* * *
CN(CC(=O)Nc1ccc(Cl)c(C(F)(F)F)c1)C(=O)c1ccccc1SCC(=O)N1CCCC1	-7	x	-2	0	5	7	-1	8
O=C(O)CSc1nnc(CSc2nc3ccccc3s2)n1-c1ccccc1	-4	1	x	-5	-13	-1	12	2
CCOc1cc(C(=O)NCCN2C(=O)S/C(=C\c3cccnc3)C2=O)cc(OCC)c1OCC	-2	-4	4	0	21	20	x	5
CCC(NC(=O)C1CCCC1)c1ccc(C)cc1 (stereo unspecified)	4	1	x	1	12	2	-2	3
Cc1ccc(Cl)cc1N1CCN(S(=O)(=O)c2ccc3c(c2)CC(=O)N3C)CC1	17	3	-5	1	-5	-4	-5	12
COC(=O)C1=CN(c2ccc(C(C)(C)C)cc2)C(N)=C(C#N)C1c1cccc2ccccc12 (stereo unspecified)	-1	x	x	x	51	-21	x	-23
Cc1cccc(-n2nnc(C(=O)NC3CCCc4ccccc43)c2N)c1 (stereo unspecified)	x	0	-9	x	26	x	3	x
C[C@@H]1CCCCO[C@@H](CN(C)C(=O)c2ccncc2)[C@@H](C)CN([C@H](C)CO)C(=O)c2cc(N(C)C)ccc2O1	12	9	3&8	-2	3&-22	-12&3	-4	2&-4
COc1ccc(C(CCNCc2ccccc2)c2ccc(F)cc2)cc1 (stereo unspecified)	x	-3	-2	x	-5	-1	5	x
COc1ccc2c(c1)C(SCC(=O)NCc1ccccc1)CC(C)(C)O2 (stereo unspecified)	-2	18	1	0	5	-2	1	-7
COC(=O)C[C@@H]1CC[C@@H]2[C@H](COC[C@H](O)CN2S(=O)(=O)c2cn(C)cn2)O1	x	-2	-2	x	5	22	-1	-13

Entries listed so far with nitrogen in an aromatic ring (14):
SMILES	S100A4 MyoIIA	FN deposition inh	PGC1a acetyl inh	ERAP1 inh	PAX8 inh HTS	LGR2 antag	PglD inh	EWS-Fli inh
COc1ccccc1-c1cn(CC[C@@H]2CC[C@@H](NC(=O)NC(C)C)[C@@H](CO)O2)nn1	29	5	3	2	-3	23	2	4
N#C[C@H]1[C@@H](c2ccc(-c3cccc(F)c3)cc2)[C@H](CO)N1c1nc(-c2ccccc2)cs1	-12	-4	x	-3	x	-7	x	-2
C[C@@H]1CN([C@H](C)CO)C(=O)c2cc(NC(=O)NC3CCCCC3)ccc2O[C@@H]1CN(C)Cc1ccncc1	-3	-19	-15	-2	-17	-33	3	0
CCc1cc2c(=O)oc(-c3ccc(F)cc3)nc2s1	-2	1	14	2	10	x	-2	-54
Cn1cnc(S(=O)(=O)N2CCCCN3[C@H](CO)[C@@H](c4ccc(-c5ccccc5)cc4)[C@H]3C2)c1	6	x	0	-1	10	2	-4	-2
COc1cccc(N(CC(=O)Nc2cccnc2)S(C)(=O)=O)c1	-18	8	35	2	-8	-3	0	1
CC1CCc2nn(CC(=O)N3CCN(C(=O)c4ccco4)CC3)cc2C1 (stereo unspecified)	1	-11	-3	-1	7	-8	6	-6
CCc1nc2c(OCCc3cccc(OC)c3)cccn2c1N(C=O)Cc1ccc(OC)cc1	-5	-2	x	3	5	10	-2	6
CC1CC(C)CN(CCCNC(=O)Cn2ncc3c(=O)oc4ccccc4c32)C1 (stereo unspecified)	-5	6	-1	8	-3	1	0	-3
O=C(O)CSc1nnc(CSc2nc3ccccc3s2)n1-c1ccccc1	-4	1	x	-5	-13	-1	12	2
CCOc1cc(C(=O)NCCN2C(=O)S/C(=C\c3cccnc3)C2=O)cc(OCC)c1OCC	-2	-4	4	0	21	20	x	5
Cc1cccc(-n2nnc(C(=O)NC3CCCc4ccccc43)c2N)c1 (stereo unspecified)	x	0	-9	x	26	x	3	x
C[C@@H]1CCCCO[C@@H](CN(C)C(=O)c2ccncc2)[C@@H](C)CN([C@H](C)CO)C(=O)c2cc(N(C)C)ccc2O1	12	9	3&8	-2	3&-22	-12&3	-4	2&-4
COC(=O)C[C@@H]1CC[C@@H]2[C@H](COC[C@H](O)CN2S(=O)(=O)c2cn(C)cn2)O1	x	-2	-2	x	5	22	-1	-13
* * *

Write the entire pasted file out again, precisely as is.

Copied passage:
CN(CC(=O)Nc1ccc(Cl)c(C(F)(F)F)c1)C(=O)c1ccccc1SCC(=O)N1CCCC1	-7	x	-2	0	5	7	-1	8
O=C(O)CSc1nnc(CSc2nc3ccccc3s2)n1-c1ccccc1	-4	1	x	-5	-13	-1	12	2
CCOc1cc(C(=O)NCCN2C(=O)S/C(=C\c3cccnc3)C2=O)cc(OCC)c1OCC	-2	-4	4	0	21	20	x	5
CCC(NC(=O)C1CCCC1)c1ccc(C)cc1 (stereo unspecified)	4	1	x	1	12	2	-2	3
Cc1ccc(Cl)cc1N1CCN(S(=O)(=O)c2ccc3c(c2)CC(=O)N3C)CC1	17	3	-5	1	-5	-4	-5	12
COC(=O)C1=CN(c2ccc(C(C)(C)C)cc2)C(N)=C(C#N)C1c1cccc2ccccc12 (stereo unspecified)	-1	x	x	x	51	-21	x	-23
Cc1cccc(-n2nnc(C(=O)NC3CCCc4ccccc43)c2N)c1 (stereo unspecified)	x	0	-9	x	26	x	3	x
C[C@@H]1CCCCO[C@@H](CN(C)C(=O)c2ccncc2)[C@@H](C)CN([C@H](C)CO)C(=O)c2cc(N(C)C)ccc2O1	12	9	3&8	-2	3&-22	-12&3	-4	2&-4
COc1ccc(C(CCNCc2ccccc2)c2ccc(F)cc2)cc1 (stereo unspecified)	x	-3	-2	x	-5	-1	5	x
COc1ccc2c(c1)C(SCC(=O)NCc1ccccc1)CC(C)(C)O2 (stereo unspecified)	-2	18	1	0	5	-2	1	-7
COC(=O)C[C@@H]1CC[C@@H]2[C@H](COC[C@H](O)CN2S(=O)(=O)c2cn(C)cn2)O1	x	-2	-2	x	5	22	-1	-13

Entries listed so far with nitrogen in an aromatic ring (14):
SMILES	S100A4 MyoIIA	FN deposition inh	PGC1a acetyl inh	ERAP1 inh	PAX8 inh HTS	LGR2 antag	PglD inh	EWS-Fli inh
COc1ccccc1-c1cn(CC[C@@H]2CC[C@@H](NC(=O)NC(C)C)[C@@H](CO)O2)nn1	29	5	3	2	-3	23	2	4
N#C[C@H]1[C@@H](c2ccc(-c3cccc(F)c3)cc2)[C@H](CO)N1c1nc(-c2ccccc2)cs1	-12	-4	x	-3	x	-7	x	-2
C[C@@H]1CN([C@H](C)CO)C(=O)c2cc(NC(=O)NC3CCCCC3)ccc2O[C@@H]1CN(C)Cc1ccncc1	-3	-19	-15	-2	-17	-33	3	0
CCc1cc2c(=O)oc(-c3ccc(F)cc3)nc2s1	-2	1	14	2	10	x	-2	-54
Cn1cnc(S(=O)(=O)N2CCCCN3[C@H](CO)[C@@H](c4ccc(-c5ccccc5)cc4)[C@H]3C2)c1	6	x	0	-1	10	2	-4	-2
COc1cccc(N(CC(=O)Nc2cccnc2)S(C)(=O)=O)c1	-18	8	35	2	-8	-3	0	1
CC1CCc2nn(CC(=O)N3CCN(C(=O)c4ccco4)CC3)cc2C1 (stereo unspecified)	1	-11	-3	-1	7	-8	6	-6
CCc1nc2c(OCCc3cccc(OC)c3)cccn2c1N(C=O)Cc1ccc(OC)cc1	-5	-2	x	3	5	10	-2	6
CC1CC(C)CN(CCCNC(=O)Cn2ncc3c(=O)oc4ccccc4c32)C1 (stereo unspecified)	-5	6	-1	8	-3	1	0	-3
O=C(O)CSc1nnc(CSc2nc3ccccc3s2)n1-c1ccccc1	-4	1	x	-5	-13	-1	12	2
CCOc1cc(C(=O)NCCN2C(=O)S/C(=C\c3cccnc3)C2=O)cc(OCC)c1OCC	-2	-4	4	0	21	20	x	5
Cc1cccc(-n2nnc(C(=O)NC3CCCc4ccccc43)c2N)c1 (stereo unspecified)	x	0	-9	x	26	x	3	x
C[C@@H]1CCCCO[C@@H](CN(C)C(=O)c2ccncc2)[C@@H](C)CN([C@H](C)CO)C(=O)c2cc(N(C)C)ccc2O1	12	9	3&8	-2	3&-22	-12&3	-4	2&-4
COC(=O)C[C@@H]1CC[C@@H]2[C@H](COC[C@H](O)CN2S(=O)(=O)c2cn(C)cn2)O1	x	-2	-2	x	5	22	-1	-13